How Does Lymphocyte Count Help Predict the Severity of COVID-19?
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Lymphocytes as Predictor of Severity in COVID -19

Published on Sep 09, 2022 and last reviewed on Feb 14, 2023   -  4 min read


The COVID-19 outbreak has led to various studies to find out the correlation between the severity of the disease and decreased lymphocytes in patients with COVID-19.

What Is COVID-19?

The Coronavirus disease (COVID-19), known to be caused by a novel coronavirus SARS-CoV-2 (severe acute respiratory syndrome coronavirus 2) hit the world in 2019. The first case was found to be in Wuhan in China in December 2019, followed by which the virus spread all over the world. COVID-19 is rapidly spreading as a devastating global pandemic.

Now after the third wave has hit the world, it is firmly believed that COVID-19 will only increase, and so would be the increasing demand for intensive care. In such a scenario, the identification of critical patients plays a vital role in the better management of the disease.

What Is the Significance of Lymphocyte Count in COVID-19?

Studies done from the data obtained from the severe forms of the disease of Middle East respiratory syndrome coronavirus and recent studies concerning SARS-CoV-2 show that the response of the immunity of the host is a major contributory key factor to the pathogenesis of COVID-19. It revealed that cytotoxic T lymphocytes and natural killer cells play a key role in the control of viral infection.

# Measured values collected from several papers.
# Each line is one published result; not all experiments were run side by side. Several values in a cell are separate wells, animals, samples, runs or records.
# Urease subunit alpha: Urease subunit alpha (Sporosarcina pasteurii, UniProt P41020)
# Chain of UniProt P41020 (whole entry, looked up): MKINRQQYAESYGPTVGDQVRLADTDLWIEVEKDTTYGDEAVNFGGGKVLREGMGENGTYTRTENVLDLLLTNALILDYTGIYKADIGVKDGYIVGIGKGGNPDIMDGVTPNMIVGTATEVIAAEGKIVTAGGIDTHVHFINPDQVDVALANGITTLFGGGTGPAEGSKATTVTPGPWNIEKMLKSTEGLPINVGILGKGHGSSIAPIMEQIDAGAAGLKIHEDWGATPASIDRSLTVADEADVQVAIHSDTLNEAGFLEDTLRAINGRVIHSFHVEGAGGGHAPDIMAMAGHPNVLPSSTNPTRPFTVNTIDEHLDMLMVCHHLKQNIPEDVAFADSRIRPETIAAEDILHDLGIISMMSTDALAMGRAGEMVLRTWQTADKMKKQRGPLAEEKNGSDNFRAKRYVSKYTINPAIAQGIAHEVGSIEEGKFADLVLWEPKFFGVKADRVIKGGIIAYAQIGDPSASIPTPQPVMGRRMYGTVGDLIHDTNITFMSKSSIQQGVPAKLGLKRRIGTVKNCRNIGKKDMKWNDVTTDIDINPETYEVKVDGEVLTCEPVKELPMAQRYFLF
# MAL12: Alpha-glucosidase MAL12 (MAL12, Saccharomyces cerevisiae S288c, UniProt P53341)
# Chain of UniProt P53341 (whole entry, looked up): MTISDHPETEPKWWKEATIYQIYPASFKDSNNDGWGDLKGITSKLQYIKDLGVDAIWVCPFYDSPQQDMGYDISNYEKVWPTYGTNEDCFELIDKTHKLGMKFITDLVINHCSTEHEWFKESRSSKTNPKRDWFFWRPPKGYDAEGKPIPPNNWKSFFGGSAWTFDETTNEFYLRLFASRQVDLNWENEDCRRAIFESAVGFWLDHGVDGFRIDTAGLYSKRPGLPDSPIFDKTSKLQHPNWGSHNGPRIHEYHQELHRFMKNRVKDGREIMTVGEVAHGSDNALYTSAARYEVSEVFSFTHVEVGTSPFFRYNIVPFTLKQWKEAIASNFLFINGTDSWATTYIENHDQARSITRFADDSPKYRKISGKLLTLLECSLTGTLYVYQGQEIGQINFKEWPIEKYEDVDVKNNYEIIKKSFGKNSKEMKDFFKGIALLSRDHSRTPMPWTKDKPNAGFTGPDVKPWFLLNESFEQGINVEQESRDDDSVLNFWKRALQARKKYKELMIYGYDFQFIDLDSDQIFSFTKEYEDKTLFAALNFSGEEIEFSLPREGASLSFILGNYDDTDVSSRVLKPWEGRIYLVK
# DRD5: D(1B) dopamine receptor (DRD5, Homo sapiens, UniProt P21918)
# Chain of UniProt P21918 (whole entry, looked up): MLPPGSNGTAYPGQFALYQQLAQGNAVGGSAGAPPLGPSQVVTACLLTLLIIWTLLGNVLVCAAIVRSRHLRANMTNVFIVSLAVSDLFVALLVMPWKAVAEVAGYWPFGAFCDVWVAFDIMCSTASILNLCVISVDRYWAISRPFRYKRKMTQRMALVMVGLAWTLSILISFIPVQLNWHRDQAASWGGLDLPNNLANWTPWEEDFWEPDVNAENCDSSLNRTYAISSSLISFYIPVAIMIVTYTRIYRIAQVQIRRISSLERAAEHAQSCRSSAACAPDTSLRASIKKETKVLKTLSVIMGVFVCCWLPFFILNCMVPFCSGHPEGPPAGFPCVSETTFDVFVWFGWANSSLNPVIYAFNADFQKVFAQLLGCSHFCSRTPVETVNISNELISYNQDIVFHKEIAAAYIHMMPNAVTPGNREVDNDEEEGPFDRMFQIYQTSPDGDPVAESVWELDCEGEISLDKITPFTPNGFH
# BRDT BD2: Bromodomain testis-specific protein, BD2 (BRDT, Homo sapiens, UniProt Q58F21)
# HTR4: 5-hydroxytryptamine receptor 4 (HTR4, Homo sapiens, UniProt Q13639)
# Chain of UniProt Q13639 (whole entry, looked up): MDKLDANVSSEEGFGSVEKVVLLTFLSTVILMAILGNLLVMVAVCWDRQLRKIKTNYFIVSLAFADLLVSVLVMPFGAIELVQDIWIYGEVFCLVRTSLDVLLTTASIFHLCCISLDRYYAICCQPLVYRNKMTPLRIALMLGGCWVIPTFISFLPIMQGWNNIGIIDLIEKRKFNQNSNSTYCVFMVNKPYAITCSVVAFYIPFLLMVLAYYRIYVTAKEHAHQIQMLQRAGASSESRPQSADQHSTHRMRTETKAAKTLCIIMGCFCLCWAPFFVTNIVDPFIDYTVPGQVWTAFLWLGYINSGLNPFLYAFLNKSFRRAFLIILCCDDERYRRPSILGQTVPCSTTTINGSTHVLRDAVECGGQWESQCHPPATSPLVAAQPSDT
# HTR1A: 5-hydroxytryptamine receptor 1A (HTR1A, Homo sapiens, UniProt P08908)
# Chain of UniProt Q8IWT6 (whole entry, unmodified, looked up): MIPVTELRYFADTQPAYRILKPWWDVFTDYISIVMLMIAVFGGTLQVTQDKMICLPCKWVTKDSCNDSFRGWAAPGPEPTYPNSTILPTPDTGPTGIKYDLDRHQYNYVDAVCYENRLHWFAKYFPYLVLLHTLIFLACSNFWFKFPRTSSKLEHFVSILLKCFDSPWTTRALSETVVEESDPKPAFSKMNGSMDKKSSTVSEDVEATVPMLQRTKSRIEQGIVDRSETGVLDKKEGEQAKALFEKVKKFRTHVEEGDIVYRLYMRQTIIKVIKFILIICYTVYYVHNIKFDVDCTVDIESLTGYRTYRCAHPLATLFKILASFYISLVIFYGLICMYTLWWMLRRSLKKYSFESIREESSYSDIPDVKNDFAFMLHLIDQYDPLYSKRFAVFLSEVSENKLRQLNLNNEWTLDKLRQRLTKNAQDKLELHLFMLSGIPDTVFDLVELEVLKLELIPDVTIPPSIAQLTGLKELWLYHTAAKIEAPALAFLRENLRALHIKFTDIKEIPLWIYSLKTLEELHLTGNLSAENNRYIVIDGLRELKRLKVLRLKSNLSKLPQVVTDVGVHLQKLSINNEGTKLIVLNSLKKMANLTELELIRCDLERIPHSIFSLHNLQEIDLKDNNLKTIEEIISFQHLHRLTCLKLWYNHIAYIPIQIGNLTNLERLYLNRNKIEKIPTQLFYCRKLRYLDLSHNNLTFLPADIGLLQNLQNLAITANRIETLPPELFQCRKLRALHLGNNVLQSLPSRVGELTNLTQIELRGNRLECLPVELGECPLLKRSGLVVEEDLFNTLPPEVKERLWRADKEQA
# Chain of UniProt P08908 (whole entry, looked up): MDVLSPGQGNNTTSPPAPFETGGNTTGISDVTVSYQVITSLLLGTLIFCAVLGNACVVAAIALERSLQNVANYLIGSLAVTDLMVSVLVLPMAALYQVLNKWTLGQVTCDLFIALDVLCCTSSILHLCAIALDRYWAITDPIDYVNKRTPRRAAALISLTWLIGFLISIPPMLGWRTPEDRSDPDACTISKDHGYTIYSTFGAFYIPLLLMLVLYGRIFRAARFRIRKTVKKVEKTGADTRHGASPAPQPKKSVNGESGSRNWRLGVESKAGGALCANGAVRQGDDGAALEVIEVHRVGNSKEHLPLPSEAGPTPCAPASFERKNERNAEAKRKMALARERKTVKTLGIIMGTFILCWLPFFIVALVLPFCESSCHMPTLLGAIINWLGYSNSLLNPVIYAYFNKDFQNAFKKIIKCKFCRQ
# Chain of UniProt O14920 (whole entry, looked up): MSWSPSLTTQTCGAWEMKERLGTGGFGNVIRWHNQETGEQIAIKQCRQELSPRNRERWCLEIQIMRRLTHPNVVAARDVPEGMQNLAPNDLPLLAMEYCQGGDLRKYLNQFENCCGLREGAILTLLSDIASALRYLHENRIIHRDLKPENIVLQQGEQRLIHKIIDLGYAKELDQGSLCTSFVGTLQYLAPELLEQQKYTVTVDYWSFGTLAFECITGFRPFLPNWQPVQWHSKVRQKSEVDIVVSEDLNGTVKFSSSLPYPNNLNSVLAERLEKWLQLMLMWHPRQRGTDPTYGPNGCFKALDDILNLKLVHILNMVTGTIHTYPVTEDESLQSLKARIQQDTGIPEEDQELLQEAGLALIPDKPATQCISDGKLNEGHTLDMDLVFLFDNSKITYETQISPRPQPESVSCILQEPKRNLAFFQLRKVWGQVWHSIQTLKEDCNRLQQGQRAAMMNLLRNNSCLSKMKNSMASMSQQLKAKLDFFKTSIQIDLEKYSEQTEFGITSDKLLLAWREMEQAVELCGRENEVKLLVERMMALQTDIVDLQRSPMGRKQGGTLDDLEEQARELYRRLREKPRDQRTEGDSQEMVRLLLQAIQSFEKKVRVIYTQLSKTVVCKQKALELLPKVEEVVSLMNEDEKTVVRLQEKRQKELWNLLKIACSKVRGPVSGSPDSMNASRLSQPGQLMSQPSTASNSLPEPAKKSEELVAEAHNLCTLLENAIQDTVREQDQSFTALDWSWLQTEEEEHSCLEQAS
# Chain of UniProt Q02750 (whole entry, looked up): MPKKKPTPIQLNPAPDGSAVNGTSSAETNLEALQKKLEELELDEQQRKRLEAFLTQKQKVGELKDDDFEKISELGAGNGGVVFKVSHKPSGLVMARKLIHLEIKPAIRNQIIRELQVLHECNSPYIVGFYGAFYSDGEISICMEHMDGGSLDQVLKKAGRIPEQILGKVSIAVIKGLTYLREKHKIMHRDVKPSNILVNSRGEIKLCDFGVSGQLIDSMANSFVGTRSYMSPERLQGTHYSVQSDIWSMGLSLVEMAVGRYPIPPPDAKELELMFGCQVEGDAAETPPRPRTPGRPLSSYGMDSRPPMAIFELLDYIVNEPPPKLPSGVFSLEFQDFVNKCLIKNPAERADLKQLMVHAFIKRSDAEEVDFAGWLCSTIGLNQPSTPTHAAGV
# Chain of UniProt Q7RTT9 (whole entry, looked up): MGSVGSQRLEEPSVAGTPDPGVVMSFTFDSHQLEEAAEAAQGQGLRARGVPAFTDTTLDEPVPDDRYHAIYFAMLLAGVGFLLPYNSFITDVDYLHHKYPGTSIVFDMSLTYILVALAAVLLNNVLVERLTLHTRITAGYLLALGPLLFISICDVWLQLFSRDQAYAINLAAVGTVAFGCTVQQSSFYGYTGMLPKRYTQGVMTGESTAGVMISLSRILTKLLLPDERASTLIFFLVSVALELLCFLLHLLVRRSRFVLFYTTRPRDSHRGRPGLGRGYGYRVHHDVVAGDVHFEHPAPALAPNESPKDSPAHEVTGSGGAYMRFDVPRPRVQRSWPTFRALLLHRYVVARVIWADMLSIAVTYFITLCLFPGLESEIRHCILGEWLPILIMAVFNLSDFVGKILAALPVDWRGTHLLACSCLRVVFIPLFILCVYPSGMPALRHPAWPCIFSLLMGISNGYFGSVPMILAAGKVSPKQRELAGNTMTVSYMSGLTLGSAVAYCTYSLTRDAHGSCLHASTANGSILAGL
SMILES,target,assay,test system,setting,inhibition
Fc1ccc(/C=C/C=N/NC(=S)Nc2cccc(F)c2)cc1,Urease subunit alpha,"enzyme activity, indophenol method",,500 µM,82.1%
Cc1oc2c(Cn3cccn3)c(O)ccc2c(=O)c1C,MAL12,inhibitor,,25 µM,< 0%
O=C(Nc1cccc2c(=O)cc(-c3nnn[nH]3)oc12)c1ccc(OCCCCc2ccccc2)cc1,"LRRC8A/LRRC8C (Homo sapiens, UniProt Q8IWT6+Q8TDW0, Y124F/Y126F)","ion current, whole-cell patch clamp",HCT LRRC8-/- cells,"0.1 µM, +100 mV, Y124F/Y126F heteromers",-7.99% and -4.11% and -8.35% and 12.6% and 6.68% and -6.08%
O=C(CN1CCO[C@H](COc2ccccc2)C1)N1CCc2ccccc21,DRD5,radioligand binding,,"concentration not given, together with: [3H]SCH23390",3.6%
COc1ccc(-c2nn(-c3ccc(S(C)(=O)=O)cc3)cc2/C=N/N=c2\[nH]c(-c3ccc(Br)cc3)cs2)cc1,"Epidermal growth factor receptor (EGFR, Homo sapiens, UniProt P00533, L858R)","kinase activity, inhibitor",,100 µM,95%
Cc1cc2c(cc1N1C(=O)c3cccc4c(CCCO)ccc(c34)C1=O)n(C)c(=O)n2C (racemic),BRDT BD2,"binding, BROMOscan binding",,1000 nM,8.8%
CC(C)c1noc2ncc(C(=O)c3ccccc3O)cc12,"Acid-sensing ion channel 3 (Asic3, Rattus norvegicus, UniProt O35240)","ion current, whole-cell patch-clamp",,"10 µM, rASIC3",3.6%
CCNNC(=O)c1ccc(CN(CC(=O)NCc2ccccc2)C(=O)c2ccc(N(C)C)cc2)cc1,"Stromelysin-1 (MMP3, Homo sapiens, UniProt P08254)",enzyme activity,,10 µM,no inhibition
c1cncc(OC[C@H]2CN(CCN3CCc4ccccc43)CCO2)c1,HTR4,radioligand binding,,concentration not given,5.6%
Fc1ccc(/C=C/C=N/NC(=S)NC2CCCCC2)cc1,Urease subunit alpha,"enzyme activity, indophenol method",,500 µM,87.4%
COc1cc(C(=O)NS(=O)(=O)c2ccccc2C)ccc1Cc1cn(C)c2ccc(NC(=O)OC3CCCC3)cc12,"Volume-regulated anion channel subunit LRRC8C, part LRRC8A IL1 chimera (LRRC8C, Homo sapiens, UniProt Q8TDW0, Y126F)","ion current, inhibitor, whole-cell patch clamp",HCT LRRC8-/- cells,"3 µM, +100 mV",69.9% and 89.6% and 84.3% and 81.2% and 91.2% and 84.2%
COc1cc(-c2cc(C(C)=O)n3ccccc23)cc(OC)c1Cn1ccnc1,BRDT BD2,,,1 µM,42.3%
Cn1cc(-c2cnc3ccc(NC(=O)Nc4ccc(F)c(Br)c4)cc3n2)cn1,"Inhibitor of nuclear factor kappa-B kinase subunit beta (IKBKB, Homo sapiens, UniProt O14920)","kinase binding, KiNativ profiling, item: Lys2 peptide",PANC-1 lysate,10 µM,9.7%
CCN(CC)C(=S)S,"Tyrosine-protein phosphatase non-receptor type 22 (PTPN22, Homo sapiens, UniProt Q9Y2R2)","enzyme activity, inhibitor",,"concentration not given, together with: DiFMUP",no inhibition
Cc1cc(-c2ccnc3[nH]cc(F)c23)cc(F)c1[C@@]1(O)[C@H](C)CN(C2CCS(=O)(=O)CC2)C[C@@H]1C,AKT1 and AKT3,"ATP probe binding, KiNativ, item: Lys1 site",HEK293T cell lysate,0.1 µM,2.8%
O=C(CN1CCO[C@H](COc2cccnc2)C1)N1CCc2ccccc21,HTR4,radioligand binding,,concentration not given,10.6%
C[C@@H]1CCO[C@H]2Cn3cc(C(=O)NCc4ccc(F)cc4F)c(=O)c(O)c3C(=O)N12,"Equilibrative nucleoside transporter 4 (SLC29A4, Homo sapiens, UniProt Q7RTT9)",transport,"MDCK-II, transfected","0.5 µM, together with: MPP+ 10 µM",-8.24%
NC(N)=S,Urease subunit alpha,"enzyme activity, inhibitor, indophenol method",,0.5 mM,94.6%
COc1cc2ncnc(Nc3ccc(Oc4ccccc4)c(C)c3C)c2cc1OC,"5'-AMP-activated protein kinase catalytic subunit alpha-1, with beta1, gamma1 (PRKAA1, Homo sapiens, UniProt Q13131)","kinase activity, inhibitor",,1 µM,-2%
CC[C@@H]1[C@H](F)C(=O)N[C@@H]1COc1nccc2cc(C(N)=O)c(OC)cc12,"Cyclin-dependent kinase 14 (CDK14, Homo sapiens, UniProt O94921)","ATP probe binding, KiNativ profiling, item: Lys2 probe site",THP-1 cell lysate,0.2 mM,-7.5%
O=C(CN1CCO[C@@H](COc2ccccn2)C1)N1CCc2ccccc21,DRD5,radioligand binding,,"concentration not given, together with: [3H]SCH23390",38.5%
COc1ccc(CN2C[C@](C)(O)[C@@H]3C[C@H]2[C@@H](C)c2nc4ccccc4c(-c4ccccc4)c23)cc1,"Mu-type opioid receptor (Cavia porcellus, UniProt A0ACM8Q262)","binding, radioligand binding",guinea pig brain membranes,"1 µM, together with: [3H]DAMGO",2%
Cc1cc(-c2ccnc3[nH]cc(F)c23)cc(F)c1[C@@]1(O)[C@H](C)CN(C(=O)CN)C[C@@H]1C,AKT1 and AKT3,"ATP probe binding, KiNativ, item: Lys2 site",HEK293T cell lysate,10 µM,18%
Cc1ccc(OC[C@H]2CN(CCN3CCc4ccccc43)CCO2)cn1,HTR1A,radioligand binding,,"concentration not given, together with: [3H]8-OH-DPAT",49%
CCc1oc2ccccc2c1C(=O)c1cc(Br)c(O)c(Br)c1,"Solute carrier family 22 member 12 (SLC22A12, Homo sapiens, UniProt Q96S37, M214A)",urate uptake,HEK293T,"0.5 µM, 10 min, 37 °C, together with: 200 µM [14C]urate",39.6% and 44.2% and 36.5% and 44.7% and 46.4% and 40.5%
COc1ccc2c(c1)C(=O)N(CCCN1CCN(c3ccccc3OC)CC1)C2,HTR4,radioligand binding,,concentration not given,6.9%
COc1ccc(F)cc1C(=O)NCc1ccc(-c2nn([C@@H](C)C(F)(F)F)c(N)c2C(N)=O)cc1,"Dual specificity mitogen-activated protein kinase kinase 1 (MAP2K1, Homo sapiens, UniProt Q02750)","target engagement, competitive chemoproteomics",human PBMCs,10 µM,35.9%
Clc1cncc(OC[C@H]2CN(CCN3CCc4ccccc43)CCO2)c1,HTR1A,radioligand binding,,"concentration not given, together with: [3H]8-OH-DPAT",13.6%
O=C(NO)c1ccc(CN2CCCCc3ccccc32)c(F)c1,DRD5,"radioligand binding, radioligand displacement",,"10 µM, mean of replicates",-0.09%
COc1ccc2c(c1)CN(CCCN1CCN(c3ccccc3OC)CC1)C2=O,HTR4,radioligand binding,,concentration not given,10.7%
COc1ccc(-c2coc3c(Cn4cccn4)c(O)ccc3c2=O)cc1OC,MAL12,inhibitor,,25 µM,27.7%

Exhaustion of the antiviral type of lymphocytes is reportedly seen in patients with COVID-19. However, there is still very little evidence available for concluding the importance of lymphocyte count in predicting the severity of COVID-19.

The increase in the ratio of monocyte: lymphocyte and neutrophil: lymphocyte, and peaks of cytokines, like interleukin-2R, correlated with the severity of the disease and poor outcomes. Although the pathophysiology involved in COVID-19 has not yet been clearly known, recent studies have helped to understand the underlying mechanisms responsible for the observed lymphopenia, which would be helpful for understanding the disease pathogenesis and would help in better management of such patients.